J Oral Med Oral Surg
Volume 25, Number 3, 2019
|Number of page(s)||10|
|Section||Revue de la littérature / Literature review|
|Published online||21 May 2019|
Topic delivery of analgesics in oral surgery
CHU Nantes, PHU4 OTONN,
2 Université de Nantes, UMR 1229, UFR Odontologie, 44042 Nantes, France
3 Inserm, U1229, RMeS “Regenerative Medicine and Skeleton”, 44042 Nantes, France
* Correspondence: email@example.com
Accepted: 23 February 2019
Introduction: Following any oral surgery procedure, postoperative pain is an inevitable outcome and can be described as moderate to severe. The pain management is essential for the comfort and the well-being of the patients. Topical delivery and more specifically transmucosal delivery systems seem to be of great value for the development of new pain management strategies. Method: A systematic literature review was performed using PubMedCentral database. Only PubMedCentral indexed publications were selected and included if they described i) a human clinical study with pharmacokinetic and/or pain relief assessment a biomaterial for topic delivery, ii) the delivery of analgesics or NSAIDs for analgesic purpose and iii) a biomaterial for topic delivery. Results: Ten articles were selected among which 4 pharmacokinetic studies and 8 studies describing pain relief. Six of the selected articles were well defined with a good scientific level of evidence (level 2) and 4 of them with a low level of evidence. Discussion: The clinical investigations demonstrated a good analgesia, a rapid pain relief with a decrease of the administered doses compared to the oral administration. Moreover, these topic analgesics were well tolerated by the patients. Number of devices was developed for the topical delivery after oral surgery procedures. Excepting a gelatin sponge and a hydro alcoholic gel, most of the devices were made of cellulose and its derivatives. Authors reported that the materials showed a good maintenance at the site of application and the release of the analgesic was well controlled over the time. Conclusion: However, well conducted large clinical trials are still missing in order to validate the absence of side effects.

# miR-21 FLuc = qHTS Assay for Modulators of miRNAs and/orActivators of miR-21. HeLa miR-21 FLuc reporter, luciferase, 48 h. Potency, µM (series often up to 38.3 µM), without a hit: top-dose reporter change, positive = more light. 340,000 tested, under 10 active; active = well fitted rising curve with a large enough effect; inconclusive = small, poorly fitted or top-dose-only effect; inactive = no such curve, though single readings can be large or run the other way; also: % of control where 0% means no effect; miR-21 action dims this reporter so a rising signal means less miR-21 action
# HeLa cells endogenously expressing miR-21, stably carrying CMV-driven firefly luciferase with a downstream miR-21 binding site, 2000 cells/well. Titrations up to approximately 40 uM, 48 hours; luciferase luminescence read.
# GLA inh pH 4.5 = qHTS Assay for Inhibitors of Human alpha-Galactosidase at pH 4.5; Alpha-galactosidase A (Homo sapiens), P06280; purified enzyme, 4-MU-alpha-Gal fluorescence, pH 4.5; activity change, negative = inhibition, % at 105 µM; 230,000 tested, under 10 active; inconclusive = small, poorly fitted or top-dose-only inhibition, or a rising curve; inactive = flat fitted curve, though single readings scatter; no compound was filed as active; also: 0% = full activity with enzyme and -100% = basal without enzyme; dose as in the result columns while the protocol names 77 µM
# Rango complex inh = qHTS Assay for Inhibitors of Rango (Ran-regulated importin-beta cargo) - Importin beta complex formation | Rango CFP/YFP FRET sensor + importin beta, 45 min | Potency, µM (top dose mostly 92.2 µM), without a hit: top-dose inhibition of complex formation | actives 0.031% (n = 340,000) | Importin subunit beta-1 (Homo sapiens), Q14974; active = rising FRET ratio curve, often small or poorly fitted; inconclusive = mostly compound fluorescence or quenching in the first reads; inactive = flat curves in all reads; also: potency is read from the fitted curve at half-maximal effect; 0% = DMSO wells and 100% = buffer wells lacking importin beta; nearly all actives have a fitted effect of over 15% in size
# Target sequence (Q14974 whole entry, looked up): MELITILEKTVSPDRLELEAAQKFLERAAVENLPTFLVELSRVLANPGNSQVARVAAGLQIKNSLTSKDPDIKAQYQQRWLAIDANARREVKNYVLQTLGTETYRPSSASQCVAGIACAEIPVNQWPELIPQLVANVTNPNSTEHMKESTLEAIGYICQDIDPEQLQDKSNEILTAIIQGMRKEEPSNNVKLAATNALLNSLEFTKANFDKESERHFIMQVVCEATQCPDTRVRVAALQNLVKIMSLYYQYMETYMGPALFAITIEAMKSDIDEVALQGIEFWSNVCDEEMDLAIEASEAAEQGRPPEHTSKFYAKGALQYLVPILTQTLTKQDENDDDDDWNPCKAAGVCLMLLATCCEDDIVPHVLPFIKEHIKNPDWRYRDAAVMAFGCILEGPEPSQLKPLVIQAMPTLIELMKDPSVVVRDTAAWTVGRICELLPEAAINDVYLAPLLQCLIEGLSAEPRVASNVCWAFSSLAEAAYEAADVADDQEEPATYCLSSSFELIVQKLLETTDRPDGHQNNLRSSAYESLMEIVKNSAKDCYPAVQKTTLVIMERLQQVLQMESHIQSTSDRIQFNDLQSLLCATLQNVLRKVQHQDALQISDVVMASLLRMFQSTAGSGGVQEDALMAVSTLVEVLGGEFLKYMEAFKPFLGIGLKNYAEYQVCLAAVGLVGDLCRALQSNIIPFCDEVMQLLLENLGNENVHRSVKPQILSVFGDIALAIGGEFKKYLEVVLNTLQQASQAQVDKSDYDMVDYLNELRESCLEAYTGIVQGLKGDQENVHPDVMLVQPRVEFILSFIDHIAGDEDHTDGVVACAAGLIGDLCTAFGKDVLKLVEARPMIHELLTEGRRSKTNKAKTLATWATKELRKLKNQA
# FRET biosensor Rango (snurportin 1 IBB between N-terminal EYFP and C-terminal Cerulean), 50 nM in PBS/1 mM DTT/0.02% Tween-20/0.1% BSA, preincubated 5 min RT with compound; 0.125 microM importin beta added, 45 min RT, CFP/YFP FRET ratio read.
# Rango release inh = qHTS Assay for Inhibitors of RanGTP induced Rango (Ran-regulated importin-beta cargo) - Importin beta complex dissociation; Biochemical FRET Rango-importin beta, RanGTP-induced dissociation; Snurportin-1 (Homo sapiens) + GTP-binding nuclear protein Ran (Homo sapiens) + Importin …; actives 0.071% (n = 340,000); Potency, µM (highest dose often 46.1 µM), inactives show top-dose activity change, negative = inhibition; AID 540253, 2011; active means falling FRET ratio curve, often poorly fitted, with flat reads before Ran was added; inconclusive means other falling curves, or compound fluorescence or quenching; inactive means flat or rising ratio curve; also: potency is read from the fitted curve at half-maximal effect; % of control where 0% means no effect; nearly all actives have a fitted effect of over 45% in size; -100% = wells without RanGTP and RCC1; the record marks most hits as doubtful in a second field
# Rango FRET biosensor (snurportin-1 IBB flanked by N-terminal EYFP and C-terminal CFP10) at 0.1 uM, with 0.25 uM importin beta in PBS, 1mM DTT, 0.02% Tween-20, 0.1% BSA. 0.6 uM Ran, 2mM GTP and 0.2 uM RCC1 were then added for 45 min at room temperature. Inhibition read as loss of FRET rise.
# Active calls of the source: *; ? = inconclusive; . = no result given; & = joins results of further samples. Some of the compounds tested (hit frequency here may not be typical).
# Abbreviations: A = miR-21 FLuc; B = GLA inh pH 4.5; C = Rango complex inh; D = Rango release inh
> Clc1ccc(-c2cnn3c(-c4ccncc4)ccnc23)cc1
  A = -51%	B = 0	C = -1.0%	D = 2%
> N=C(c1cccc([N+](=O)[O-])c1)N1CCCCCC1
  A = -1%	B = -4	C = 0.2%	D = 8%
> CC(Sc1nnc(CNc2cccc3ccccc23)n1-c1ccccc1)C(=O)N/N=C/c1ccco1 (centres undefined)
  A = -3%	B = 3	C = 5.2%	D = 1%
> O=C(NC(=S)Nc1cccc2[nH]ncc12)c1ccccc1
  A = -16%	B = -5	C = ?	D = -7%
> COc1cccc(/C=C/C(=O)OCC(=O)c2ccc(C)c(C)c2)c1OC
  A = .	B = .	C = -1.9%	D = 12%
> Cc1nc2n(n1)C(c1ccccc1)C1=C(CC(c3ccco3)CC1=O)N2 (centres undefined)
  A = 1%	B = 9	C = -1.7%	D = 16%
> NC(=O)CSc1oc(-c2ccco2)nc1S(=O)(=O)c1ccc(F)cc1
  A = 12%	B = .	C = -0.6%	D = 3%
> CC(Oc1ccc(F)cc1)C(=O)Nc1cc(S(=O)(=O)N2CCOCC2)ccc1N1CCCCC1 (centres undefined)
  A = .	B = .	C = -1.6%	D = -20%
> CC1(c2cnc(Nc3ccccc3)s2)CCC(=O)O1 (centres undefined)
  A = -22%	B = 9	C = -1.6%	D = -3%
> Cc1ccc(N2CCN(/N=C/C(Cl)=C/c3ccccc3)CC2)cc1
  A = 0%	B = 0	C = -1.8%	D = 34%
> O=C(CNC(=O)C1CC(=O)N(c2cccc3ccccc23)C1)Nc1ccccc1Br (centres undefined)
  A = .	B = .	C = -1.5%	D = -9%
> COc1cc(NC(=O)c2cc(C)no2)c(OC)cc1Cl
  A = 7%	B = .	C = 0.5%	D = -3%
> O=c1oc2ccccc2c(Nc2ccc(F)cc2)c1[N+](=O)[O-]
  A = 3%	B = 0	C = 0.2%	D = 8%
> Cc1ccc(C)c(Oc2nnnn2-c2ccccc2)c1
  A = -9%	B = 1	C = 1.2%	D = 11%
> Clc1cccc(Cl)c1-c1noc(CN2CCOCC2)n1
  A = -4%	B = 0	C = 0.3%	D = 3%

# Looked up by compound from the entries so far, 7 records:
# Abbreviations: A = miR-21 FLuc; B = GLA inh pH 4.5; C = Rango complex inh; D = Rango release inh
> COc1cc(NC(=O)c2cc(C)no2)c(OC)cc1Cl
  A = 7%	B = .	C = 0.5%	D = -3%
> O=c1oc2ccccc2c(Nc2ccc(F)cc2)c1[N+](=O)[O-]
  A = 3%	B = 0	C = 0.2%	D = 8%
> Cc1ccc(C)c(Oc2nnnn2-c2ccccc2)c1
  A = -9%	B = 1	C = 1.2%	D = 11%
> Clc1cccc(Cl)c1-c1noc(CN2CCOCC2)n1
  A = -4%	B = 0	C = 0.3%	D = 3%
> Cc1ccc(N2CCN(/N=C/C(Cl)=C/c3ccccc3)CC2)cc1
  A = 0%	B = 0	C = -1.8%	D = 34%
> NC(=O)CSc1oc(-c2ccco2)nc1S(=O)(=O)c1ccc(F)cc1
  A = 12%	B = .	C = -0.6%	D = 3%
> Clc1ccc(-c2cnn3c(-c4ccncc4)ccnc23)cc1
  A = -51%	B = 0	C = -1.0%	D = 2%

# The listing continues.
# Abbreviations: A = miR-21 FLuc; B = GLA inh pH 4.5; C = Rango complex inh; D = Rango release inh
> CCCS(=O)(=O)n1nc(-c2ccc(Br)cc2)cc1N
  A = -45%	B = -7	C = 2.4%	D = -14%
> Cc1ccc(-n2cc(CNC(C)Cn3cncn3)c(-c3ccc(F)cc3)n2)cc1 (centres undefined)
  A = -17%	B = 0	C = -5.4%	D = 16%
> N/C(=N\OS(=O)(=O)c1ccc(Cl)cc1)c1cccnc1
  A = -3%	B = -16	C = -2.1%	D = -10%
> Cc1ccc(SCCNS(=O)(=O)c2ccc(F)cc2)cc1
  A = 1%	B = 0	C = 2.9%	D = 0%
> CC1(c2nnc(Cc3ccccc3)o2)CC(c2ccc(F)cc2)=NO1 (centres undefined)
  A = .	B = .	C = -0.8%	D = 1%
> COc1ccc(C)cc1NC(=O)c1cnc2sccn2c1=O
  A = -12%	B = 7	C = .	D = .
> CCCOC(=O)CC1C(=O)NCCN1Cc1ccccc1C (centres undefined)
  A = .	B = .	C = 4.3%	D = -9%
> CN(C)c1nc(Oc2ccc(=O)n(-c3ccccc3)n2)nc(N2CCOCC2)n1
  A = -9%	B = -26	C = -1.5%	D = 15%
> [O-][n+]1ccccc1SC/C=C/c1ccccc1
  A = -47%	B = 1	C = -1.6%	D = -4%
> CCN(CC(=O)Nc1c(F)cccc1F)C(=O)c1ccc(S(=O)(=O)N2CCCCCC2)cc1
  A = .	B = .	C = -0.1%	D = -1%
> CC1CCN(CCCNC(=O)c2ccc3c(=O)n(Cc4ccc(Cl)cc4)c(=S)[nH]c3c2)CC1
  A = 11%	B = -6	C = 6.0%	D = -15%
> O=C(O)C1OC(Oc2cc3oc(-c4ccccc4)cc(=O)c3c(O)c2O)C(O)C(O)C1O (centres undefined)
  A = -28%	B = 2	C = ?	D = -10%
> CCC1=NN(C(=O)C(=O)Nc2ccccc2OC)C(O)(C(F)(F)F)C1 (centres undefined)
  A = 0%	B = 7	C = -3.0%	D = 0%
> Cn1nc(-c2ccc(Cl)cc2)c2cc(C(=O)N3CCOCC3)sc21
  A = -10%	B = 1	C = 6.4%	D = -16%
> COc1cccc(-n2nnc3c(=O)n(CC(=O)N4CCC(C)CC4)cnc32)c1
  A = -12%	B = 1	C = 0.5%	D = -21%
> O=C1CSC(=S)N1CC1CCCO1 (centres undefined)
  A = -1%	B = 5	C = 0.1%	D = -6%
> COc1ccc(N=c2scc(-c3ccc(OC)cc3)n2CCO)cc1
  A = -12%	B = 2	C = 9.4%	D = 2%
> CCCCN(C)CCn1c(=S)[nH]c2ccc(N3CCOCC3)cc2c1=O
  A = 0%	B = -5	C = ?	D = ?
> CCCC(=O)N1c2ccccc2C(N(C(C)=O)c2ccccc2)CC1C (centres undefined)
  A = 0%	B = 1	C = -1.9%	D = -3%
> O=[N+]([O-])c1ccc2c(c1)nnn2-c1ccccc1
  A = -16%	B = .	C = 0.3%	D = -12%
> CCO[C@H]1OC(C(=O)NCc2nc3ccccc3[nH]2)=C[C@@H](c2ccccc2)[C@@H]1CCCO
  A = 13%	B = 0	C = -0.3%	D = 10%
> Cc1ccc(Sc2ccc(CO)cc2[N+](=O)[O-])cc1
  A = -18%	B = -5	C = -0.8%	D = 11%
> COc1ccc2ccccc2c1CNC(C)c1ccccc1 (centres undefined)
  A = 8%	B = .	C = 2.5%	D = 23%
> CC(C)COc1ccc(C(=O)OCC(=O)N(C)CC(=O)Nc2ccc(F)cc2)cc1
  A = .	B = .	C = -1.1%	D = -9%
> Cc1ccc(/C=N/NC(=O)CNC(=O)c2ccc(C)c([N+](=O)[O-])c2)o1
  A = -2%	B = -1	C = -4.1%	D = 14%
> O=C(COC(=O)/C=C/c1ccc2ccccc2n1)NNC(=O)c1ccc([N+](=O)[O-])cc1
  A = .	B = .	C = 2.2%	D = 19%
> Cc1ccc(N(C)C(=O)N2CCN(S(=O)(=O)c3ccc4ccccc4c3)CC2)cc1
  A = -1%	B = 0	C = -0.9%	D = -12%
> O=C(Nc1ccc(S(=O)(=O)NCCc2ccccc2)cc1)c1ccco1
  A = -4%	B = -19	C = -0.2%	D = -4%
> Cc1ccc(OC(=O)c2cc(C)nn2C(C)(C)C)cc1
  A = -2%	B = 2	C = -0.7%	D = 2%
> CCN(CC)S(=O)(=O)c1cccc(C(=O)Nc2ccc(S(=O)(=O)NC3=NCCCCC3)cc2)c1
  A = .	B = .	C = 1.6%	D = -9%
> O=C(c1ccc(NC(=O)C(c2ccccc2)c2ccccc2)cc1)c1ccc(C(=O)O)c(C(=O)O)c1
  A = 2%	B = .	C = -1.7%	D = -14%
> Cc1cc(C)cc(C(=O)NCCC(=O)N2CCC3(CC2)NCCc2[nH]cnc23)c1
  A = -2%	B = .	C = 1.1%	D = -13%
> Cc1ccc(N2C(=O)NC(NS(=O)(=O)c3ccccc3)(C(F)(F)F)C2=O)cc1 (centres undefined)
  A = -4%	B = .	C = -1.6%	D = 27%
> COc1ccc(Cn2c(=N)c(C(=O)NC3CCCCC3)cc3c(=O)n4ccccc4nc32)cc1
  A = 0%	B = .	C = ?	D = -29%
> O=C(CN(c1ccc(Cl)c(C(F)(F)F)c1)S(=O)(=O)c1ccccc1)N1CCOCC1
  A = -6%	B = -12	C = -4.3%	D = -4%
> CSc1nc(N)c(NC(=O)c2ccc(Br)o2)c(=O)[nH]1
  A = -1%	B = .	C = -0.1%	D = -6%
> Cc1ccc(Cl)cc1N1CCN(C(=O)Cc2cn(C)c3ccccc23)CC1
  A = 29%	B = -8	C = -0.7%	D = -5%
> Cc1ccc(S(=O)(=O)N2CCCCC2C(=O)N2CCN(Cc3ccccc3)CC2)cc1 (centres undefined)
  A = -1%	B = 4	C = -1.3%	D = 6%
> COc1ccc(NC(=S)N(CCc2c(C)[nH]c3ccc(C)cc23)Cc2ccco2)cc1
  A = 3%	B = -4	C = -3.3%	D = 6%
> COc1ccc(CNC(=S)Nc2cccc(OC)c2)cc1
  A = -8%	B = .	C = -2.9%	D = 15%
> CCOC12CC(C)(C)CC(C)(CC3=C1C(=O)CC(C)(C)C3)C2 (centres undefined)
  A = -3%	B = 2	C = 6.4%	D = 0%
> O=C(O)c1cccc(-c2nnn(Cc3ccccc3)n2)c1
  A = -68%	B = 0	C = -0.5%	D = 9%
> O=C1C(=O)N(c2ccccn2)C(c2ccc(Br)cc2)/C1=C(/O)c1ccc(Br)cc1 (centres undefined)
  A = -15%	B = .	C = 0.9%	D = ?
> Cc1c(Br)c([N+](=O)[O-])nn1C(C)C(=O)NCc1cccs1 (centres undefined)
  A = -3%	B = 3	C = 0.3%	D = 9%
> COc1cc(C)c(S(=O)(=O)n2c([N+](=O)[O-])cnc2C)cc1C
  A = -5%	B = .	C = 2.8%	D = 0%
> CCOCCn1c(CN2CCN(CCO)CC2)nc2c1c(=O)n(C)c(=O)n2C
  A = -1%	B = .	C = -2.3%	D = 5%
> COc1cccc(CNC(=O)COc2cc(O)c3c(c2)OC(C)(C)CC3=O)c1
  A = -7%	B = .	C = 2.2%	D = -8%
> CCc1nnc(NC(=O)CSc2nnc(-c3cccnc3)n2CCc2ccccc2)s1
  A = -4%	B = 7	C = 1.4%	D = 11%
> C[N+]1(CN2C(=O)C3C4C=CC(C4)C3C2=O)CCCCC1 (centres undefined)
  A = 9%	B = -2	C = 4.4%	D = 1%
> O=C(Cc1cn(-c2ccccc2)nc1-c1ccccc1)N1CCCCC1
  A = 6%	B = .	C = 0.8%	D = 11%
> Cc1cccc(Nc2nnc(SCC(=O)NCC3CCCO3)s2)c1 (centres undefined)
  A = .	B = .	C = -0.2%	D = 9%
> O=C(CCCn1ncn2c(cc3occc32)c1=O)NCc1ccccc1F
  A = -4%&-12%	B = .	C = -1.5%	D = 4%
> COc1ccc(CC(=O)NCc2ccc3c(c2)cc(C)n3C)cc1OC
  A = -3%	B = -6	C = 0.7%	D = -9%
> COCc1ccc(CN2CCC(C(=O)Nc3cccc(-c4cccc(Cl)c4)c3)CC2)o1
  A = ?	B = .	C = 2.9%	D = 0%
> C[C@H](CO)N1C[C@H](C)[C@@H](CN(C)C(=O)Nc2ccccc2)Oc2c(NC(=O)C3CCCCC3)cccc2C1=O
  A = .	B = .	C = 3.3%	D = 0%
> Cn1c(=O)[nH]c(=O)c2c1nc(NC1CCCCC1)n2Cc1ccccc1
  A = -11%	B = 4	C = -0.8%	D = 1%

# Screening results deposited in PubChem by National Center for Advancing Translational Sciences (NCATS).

Key words: analgesics / topical route / oral surgery
© The authors, 2019
This is an Open Access article distributed under the terms of the Creative Commons Attribution License (http://creativecommons.org/licenses/by/4.0), which permits unrestricted use, distribution, and reproduction in any medium, provided the original work is properly cited.
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